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I've often heard that a population, human or otherwise, will continue to grow as long as there is food available (assuming nothing else is killing them off). It makes sense: if you have food you can live, and if nothing is hunting you you'll survive to reproduce.

I recently designed a piece of software to simulate an ecosystem, with groups of creatures of different species eating and hunting and reproducing alongside each other. It was very simplified (each animal had simple attack/defense/speed/stealth values, etc), but something became rapidly apparent: in every simulation the predators overwhelmed the prey, reproducing until their numbers could not be sustained by the herbivores, and leading to an inevitable die-off of both groups. I could delay the die-off by adjusting different values and initial population counts, but it would always happen eventually. The predators would eat and breed and eat and breed until the entire system collapsed.

At first I thought it was just the product of my over-simplified system, but it got me thinking: what prevents predators from overpopulating in real life?

It seems like the natural tendency would be for (for example) the sharks to continue breeding and eating until all the fish are gone, or the wolves to eat all the deer, etc. Obviously some predators have predators of their own, but that's just putting off the question: if the hyenas don't overpopulate because the lions eat them, then what's keeping the lions from overpopulating? I can't come up with anything that would prevent the apex predators from growing too numerous, then fighting each other over a dwindling prey population, then dying off entirely when there was no more food to find.

Do predator populations self-regulate to prevent putting undo stress on their prey populations? Or is there some other mechanism to keep the predator hierarchy from becoming top-heavy?

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    $\begingroup$ As a supplement to Remis answer, here's a link to the Nature Knowledge Project page on population dynamics: nature.com/scitable/knowledge/library/… $\endgroup$ – jarlemag Mar 5 '14 at 23:08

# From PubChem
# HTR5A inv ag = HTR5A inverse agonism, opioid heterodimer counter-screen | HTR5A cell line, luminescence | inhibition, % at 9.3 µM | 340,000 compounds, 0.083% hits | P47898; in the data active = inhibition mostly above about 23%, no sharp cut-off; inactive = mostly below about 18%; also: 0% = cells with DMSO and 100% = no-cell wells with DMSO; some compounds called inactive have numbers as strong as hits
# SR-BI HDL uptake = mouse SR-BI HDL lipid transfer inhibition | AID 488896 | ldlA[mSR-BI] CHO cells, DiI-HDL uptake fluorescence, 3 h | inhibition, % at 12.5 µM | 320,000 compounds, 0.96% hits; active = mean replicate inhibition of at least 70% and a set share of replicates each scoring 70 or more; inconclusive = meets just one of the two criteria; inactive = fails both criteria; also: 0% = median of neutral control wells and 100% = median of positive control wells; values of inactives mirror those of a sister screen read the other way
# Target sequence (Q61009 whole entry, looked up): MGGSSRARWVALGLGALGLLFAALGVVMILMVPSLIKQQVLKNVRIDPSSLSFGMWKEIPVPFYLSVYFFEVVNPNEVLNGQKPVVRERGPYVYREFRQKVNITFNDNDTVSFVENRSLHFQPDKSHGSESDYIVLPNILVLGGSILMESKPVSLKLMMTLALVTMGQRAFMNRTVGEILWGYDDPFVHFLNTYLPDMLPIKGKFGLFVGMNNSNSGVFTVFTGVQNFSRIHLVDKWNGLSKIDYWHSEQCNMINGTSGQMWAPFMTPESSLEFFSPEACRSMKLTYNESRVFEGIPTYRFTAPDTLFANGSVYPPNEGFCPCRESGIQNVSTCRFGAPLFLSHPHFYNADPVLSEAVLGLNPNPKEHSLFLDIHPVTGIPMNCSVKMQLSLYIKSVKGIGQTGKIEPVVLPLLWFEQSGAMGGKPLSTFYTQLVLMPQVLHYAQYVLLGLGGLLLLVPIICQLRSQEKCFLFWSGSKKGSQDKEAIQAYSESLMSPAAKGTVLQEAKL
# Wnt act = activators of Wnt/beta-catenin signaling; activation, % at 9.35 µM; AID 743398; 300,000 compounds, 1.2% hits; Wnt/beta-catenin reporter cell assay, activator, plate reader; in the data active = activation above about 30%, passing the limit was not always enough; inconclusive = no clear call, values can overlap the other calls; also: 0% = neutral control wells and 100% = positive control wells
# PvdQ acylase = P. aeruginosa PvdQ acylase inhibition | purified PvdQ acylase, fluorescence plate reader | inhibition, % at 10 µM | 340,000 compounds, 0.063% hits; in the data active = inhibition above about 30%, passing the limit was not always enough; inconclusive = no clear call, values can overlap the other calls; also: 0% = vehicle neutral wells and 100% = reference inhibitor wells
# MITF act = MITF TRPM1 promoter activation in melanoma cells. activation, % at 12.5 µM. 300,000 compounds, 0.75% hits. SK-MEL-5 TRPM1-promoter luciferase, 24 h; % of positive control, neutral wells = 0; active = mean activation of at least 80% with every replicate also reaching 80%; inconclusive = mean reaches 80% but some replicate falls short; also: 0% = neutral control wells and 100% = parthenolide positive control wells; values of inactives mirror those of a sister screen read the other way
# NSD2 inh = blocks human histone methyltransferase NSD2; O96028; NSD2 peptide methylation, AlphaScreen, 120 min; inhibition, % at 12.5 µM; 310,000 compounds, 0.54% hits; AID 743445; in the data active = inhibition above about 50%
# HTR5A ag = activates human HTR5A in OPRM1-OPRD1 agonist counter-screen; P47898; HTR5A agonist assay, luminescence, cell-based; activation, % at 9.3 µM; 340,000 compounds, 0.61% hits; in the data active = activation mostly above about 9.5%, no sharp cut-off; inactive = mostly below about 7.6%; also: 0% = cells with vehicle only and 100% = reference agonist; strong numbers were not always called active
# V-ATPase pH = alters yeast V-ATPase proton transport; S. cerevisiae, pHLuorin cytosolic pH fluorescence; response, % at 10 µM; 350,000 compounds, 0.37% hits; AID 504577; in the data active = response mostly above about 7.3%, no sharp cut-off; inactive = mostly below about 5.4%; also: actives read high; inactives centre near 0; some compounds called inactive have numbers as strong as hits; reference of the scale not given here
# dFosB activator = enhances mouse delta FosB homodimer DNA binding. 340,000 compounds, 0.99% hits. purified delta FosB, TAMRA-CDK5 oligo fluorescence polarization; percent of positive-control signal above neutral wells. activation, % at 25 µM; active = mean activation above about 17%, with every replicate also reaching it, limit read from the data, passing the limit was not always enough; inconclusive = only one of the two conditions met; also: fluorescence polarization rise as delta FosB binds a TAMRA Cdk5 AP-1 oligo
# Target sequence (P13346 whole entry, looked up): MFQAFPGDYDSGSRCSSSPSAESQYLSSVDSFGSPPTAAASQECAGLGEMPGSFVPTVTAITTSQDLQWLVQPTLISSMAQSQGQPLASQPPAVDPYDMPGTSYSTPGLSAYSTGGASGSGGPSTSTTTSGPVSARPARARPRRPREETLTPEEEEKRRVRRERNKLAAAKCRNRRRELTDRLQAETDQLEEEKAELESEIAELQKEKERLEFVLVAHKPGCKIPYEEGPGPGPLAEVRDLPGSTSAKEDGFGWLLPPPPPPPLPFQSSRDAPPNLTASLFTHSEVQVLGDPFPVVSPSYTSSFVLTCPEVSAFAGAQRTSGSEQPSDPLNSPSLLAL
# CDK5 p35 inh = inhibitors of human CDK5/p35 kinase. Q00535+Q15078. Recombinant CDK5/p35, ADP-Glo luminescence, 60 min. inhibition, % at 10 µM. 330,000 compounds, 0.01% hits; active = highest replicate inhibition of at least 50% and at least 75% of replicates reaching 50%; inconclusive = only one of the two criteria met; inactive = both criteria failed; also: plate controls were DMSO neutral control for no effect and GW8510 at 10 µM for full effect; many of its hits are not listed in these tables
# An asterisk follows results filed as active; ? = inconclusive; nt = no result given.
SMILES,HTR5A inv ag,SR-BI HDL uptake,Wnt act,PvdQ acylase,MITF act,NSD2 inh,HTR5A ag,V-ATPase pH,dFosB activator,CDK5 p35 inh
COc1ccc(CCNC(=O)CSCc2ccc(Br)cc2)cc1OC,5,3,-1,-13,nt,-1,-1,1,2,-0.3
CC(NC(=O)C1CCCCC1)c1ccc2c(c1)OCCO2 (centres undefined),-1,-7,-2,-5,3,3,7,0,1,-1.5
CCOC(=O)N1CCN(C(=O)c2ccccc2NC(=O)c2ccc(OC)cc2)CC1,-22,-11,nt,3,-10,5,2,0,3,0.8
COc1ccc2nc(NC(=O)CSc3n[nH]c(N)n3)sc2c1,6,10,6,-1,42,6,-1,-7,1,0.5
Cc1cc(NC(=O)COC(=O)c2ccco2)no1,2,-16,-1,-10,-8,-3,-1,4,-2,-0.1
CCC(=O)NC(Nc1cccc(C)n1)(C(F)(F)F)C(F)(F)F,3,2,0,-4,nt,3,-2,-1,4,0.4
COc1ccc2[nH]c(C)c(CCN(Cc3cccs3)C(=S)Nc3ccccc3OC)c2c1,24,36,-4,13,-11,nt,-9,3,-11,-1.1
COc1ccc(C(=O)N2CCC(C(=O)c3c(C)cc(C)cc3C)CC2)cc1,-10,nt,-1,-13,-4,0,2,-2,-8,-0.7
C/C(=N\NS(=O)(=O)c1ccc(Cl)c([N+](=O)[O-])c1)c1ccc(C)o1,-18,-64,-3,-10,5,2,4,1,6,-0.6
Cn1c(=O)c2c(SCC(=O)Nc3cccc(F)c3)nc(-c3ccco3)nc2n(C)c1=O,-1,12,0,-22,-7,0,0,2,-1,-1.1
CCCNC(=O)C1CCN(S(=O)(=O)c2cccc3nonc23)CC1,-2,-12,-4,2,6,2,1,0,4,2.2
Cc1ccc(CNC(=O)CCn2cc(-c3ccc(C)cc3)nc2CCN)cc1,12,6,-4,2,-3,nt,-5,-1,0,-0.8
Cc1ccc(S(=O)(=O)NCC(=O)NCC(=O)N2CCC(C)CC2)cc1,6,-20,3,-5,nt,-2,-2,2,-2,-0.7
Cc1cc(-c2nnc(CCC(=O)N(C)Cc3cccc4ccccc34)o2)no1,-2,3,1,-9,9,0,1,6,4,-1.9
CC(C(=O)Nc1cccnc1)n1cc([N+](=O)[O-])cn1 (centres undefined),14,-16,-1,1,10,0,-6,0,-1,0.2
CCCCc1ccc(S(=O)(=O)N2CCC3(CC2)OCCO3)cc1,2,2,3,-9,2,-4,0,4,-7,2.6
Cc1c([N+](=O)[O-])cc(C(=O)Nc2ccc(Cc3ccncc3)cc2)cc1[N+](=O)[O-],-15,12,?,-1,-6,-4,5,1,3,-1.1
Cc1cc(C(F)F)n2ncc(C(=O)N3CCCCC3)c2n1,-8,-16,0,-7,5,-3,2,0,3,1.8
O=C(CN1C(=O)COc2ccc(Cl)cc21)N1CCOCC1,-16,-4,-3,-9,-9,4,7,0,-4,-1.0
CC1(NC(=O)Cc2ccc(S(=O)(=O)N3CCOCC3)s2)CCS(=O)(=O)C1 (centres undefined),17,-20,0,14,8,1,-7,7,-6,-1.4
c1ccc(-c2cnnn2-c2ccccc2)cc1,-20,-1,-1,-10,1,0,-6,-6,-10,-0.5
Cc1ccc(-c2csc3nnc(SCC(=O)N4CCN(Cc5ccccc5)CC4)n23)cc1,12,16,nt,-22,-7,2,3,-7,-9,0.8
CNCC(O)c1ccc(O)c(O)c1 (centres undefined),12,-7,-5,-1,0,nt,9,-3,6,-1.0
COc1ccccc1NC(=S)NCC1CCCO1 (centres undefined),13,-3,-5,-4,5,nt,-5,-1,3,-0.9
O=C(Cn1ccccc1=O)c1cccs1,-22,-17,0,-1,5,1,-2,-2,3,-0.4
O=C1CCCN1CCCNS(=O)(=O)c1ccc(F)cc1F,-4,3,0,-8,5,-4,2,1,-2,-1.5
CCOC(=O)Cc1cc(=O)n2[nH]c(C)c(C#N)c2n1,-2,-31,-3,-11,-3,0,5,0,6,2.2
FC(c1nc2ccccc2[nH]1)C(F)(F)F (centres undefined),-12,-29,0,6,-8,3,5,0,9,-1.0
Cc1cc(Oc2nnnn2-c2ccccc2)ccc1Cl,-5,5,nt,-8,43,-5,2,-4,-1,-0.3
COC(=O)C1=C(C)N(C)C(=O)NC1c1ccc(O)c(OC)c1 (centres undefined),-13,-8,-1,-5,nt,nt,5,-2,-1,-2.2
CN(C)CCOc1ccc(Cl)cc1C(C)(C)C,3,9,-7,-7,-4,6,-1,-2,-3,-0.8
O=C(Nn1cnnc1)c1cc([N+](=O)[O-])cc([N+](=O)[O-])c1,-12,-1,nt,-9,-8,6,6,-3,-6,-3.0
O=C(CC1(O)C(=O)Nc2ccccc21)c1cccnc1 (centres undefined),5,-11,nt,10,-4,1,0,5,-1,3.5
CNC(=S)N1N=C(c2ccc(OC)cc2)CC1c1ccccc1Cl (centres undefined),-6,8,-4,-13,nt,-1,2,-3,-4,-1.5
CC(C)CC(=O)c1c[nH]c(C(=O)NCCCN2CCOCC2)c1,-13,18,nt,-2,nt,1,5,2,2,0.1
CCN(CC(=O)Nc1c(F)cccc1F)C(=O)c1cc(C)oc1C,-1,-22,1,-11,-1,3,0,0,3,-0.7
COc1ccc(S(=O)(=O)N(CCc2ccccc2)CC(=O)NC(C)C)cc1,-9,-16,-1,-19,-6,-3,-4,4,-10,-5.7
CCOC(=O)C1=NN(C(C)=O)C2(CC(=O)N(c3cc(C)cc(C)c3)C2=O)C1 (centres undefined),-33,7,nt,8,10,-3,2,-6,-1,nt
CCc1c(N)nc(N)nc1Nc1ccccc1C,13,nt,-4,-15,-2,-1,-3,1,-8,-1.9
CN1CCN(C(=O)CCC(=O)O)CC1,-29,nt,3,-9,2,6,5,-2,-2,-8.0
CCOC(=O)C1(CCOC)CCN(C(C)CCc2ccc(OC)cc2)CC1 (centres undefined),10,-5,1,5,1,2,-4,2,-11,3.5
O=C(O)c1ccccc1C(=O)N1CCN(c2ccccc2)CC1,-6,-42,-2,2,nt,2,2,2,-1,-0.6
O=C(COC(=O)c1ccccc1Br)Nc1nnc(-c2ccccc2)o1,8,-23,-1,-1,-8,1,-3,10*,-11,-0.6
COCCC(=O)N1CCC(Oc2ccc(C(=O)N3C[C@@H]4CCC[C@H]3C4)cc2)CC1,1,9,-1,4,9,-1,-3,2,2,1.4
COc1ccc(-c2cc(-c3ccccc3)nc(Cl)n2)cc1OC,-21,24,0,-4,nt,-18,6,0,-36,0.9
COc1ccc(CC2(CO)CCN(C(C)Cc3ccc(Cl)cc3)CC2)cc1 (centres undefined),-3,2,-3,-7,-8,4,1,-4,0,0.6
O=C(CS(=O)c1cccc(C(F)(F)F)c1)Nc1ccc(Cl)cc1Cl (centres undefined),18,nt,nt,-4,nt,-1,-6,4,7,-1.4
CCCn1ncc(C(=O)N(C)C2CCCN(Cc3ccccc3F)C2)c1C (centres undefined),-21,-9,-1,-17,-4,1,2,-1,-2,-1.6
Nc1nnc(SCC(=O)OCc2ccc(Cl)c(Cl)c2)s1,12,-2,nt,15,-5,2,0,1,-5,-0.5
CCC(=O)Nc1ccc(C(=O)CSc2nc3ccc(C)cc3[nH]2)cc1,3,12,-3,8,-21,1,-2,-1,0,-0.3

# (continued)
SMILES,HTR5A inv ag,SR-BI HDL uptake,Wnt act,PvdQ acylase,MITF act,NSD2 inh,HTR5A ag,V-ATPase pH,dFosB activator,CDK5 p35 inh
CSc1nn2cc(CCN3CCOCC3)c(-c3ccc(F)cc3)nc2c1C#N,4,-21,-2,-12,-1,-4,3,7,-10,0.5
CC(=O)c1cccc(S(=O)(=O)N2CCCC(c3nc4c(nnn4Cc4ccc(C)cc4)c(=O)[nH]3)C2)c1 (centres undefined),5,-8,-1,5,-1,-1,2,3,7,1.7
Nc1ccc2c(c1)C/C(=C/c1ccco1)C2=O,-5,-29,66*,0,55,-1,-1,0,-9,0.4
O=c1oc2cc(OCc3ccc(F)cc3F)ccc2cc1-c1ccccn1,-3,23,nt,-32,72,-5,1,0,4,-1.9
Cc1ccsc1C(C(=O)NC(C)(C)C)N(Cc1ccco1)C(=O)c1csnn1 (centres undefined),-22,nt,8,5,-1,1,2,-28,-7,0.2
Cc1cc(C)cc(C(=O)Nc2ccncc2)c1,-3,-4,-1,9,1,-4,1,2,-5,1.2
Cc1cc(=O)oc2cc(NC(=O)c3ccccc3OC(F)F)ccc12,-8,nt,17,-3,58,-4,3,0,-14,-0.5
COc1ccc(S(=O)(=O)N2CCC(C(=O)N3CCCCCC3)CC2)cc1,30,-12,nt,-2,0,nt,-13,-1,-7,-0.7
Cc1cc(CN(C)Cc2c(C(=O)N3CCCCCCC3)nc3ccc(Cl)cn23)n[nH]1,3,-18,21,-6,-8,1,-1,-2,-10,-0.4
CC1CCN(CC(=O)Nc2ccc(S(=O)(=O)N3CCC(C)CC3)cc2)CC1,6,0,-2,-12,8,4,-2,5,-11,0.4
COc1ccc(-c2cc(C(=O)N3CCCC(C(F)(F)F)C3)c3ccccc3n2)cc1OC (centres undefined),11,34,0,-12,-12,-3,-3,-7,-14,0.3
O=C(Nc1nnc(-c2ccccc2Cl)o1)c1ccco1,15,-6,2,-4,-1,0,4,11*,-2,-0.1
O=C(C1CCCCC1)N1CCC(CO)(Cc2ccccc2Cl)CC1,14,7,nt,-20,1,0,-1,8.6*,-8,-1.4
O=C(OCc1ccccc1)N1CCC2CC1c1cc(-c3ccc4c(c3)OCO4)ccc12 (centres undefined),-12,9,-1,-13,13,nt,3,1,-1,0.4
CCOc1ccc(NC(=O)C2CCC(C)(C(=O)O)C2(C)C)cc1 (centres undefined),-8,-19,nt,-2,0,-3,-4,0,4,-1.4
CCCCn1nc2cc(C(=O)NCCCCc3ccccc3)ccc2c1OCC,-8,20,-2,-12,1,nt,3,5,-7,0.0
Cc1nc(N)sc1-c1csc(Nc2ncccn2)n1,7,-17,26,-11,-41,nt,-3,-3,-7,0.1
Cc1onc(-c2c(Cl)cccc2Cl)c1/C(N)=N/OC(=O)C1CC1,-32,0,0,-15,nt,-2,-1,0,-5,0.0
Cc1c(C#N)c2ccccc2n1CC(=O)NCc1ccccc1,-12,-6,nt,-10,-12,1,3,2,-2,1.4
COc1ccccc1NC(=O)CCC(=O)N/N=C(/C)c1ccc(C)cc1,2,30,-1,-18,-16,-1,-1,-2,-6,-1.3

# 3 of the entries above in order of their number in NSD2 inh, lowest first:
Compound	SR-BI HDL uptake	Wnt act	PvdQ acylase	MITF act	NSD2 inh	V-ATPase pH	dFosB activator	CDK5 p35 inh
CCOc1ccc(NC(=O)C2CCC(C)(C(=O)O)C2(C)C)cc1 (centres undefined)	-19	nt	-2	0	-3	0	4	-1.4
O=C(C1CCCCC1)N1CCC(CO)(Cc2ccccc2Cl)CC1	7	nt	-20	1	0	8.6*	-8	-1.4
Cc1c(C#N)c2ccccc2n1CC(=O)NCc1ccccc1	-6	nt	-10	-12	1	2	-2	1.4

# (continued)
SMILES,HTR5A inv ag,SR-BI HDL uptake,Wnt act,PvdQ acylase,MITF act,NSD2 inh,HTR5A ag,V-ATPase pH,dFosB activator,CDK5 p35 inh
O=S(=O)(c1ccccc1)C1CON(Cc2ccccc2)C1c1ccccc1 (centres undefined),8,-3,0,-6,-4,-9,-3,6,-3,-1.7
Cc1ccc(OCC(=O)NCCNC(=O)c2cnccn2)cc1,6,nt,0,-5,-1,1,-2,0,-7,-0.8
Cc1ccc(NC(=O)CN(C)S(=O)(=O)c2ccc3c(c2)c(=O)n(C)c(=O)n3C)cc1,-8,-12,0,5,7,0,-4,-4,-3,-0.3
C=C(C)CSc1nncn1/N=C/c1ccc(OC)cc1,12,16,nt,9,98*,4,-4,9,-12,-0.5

• $\begingroup$ In history, there are also mass extinctions very well outlined by this video: youtube.com/watch?v=FlUes_NPa6M. They "reset" the world and allow everything to start over again. $\endgroup$ – louie mcconnell Mar 6 '14 at 0:28
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    $\begingroup$ aka - they tend to starve to death when there are too many $\endgroup$ – shigeta Mar 6 '14 at 20:34
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    $\begingroup$ Starvation, diseases and bigger predators. $\endgroup$ – inf3rno Nov 4 '14 at 22:59
  • $\begingroup$ Can you be more specific regarding your model? Did the prey reproduce with its offspring possessing the same abilities as the parent(s)? You said you could "delay." What marked the time? $\endgroup$ – sterid Apr 23 '17 at 4:45
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No, I don't think auto-regulation explain much in the population sizes of predators. Group selection may explain such auto-regulation but I don't think it is of any considerable importance for this discussion.

The short answer is, as @shigeta said

[predators] tend to starve to death as they are too many!

To have a better understanding of what @shigeta said, you'll be interested in understanding various model of prey-predator or of consumer-resource interactions. For example the famous Lotka-Volterra equations describe the population dynamics of two co-existing species where one is the prey and the other is a predator. Let's first define some variables…

  • $x$ : Number of preys
  • $y$ : number of predators
  • $t$ : time
  • $\alpha$, $\beta$, $\xi$ and $\gamma$ are parameters describing how one species influence the population size of the other one.

The Lotka-Voltera equations are:

$$\frac{dx}{dt} = x(\alpha - \beta y)$$ $$\frac{dy}{dt} = -y(\gamma - \xi x)$$

You can show that for some parameters the matrix for these equations have a complex eigenvalue meaning that the long term behavior of this system is cyclic (periodic behavior). If you simulate such systems you'll see that the population sizes of the two species fluctuate like this:

enter image description here

where the blue line represents the predators and the red line represents the preys.

Representing the same data in phase space, meaning with the population size of the two species on axes $x$ and $y$ you get:

enter image description here

where the arrows shows the direction toward which the system moves. If the population size of the predators ($y$) reaches 0 (extinction), then $\frac{dx}{dt} = x(\alpha - \beta y)\space$ becomes $\frac{dx}{dt} = x\alpha \space$ (which general solution is $x_t = e^{\alpha t}x_0$) and therefore the populations of preys will grow exponentially. If the population size of preys ($x$) reaches 0 (extinction), then $\frac{dy}{dt} = -y(\gamma - \xi x)\space$ becomes $\frac{dy}{dt} = -y\gamma \space$, and therefore the population of predators will decrease exponentially.

Following this model, your question is actually: Why are the parameters $\alpha$, $\beta$, $\xi$ and $\gamma$ not "set" in a way that predators cause the extinction of preys (and therefore their own extinction)? One might equivalently ask the opposite question? Why don't preys evolve in order to escape predators so that the population of predators crushes?